In the face of naysayers, hucksters, and scrutinizing colleagues, a few radiologists are persevering to offer full-body CT scans in a professional atmosphere according to select patient criteria. CT Screening International (CTSI) is a Newport Beach, Calif-based venture formed in January 2001 by Richard Penfil, MD, a former radiologist and entrepreneur, and Michael N. Brant-Zawadzki, MD, medical director of radiology at Hoag Memorial Hospital, Newport Beach, and a visiting clinical professor of radiology at Stanford University School of Medicine.
CTSI opened its first center in February 2001 in Newport Beach, followed by another dozen centers over the next 13 months in New York, New Jersey, and California. Financing for the centers has derived largely from private investors, and a few corporate sponsors. Ed Finkelstein, CTSI’s retail expert, says the first center cost just over $900,000 to build, and the rest vary between $700,000 and $900,000, not including equipment charges. The focus of each clinic is on detecting heart, lung, and colon disease, which Penfil says are “the three major killers, and they can be predicted ahead of time and successfully treated when they are caught early.”
|CTSI technician Bryon Rose positions a patient for a scan at the Beverly Hills, Calif, location|
Penfil first came across information about full-body screening in August 2000 and approached Brant-Zawadzki to inquire about his position on the procedure. Brant-Zawadzki had been writing articles about CT screening since 1996, and believed the procedure was extremely beneficial to patients.
“Physicians were already using full-body CT scans as an extension of their diagnostic capabilities, especially in the emergency department in place of the physical examination due to the greater sensitivity for detecting abnormalities,” Brant-Zawadzki says. “Many were using it to screen for lung cancer, although they usually put down the indication for the study as difficulty breathing.’ These practitioners knew the CT scan was more sensitive, but they also knew that insurance wouldn’t reimburse for a screening’ CT.”
Such scans were already being done in Hoag Memorial Hospital’s outpatient facilities as well for calcium scoring and lung cancer screening. However, the environment proved far from ideal for the patient population.
“We found that people didn’t like to come to the hospital or the diagnostic facilities because those without significant disease processes don’t like to be around sick people,” Brant-Zawadzki says. “They don’t want their wait times interrupted by emergencies. When a patient is paying out of pocket for a service, they want a streamlined experience.”
Penfil and Brant-Zawadzki were in agreement that it would not be a big stretch to offer that same screening service to individuals who did not have physicians or who could not get in to see them, such as an HMO situation. They wanted to see the screenings offered in a place dedicated to preventive medicine. While Brant-Zawadzki admits that the entrepreneurial nature of many such centers makes it difficult to exclude any individual willing to pay for a study, most centers attempt to exclude individuals under the age of 40.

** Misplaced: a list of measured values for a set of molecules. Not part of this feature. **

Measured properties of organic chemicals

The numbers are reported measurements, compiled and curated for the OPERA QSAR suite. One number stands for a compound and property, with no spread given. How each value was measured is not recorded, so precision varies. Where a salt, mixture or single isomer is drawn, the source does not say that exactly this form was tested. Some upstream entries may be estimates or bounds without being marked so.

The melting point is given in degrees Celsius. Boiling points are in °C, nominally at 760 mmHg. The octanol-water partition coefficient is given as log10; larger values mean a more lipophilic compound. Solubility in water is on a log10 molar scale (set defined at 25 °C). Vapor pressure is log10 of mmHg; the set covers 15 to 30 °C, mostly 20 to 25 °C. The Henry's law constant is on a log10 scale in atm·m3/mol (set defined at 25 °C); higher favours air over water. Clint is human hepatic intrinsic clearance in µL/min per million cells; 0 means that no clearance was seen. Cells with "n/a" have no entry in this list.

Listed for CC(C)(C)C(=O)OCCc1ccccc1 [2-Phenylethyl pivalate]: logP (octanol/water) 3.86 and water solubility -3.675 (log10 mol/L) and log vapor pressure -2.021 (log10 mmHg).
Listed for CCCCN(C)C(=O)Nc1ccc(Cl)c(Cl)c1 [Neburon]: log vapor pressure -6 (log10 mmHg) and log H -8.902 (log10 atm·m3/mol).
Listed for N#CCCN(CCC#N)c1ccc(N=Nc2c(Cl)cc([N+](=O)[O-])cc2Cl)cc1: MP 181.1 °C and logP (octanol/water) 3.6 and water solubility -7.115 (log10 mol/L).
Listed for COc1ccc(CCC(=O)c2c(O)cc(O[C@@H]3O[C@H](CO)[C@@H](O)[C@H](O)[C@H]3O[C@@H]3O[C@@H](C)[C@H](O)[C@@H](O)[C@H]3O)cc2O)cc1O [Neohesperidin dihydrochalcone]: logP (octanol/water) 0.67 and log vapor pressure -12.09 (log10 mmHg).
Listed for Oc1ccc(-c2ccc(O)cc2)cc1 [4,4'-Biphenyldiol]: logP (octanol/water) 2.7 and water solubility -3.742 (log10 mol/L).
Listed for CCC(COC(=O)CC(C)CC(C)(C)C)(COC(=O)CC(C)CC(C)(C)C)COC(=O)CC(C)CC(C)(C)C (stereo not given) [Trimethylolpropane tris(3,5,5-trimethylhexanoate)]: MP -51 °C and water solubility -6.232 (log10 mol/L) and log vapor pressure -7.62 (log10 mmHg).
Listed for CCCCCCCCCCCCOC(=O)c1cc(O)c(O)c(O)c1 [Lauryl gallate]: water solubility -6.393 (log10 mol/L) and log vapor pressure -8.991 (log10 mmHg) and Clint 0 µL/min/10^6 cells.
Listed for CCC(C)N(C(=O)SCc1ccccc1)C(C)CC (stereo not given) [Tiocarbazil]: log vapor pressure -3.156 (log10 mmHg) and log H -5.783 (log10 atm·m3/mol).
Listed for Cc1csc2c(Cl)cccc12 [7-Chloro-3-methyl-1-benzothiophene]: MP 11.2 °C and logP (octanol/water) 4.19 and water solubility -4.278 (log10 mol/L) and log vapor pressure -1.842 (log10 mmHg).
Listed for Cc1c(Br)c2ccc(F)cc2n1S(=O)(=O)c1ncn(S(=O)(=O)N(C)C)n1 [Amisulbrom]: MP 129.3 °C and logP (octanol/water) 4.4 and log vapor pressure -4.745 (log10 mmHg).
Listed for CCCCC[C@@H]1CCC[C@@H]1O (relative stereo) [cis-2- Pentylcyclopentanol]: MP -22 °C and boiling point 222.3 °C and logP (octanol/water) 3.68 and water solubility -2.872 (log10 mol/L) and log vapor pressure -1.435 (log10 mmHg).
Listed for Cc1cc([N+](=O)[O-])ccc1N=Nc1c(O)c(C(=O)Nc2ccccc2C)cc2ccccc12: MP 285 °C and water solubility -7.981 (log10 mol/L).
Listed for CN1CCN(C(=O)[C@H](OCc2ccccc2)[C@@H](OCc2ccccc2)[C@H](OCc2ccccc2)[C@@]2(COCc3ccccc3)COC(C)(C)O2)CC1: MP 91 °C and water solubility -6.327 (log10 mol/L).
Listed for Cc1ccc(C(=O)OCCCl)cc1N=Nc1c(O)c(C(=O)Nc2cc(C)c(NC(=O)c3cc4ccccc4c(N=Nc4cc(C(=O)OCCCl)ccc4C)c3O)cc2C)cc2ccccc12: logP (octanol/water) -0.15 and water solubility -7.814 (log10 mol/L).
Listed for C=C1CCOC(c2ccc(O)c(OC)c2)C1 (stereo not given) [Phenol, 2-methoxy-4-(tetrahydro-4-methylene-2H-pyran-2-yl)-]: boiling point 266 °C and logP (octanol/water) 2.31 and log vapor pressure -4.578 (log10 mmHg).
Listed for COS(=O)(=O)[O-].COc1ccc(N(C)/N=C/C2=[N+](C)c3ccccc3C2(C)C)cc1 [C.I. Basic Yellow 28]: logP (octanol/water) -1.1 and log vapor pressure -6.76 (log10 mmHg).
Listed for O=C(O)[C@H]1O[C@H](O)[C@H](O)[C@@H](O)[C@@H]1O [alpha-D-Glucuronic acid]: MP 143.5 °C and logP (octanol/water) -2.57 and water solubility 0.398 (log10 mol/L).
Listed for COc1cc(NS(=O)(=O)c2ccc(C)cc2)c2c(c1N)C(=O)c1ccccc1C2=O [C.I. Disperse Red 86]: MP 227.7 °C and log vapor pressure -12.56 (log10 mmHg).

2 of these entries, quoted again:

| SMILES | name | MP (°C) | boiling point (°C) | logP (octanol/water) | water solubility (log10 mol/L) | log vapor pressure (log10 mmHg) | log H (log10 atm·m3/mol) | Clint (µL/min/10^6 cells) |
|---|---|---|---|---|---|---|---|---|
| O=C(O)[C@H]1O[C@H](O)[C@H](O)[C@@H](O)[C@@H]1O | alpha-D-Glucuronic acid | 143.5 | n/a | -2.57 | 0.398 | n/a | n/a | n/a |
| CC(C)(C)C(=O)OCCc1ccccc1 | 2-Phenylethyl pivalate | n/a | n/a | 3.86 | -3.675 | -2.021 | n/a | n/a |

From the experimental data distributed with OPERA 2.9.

“The financial incentive clearly tempts some to lower the threshold,” he says. “But at CTSI, patients must be over 40 and have certain risk factors before they can come in.”
The Patient Experience
CTSI’s centers are designed to make the patient’s experience more enjoyable and comfortable, with as little wait time as possible. Patients are seen within 5 to 10 minutes of their scheduled appointment time, and each center is staffed by a greeter whose sole job is to make the patient feel comfortable. The entire procedure from stepping in the front door to leaving the facility is under 1 hour, which means that each center can see roughly two patients per hour.
“When the patient comes in, they are taken to a comfortable, private room relatively quickly,” Penfil says. Each room is equipped with a computer that allows the patient access to a tutorial on the CT screening process. The scan is then carried out by a radiologist using CTSI’s technology, formerly four-slice CT units now being replaced with 16-slice CT units.
“Though radiologists have screened with everything from electron beam CT technology (EBCT) to single-slice CT to four-slice CT, EBCT cannot be used with anything but coronary calcification, and single-slice cannot be used for that purpose at all,” Penfil says.
Coronary calcium detection with EBCT was the earliest form of CT screening, and while its speed is suited to whole body scanning, its overall image quality suffers from heat limitations of the electron beam target and the amount of photon flux produced, according to Brant-Zawadzki.
“Diagnostic CT body scanning was therefore first relegated to conventional CT scanners, which have now evolved to multidetector, multislice, helical technology. This has all but erased the speed advantage of EBCT while maintaining the quality of imaging necessary for optimal diagnosis,” Brant-Zawadzki says. “Nevertheless, multislice, multidetector CT-based outpatient screening centers are still in the minority compared to ones equipped with EBCT, the latter being predominantly organized by entrepreneurial ventures and staffed only variably by radiologists.”
“The four-slice units we currently have can be used for everything short of coronary angiography,” Penfil says. “The shift to the 16-slice and further generations are for use in the latter case.”
The decision to change equipment places CTSI in the category of the newer radiologist-run facilities, which Brant-Zawadzki defines as those that concentrate on image quality and patient interaction. CTSI also prides itself on attracting high-quality personnel. Trained radiologists staff each center, and are selected predominantly by Brant-Zawadzki and the rest of CTSI’s medical advisory board.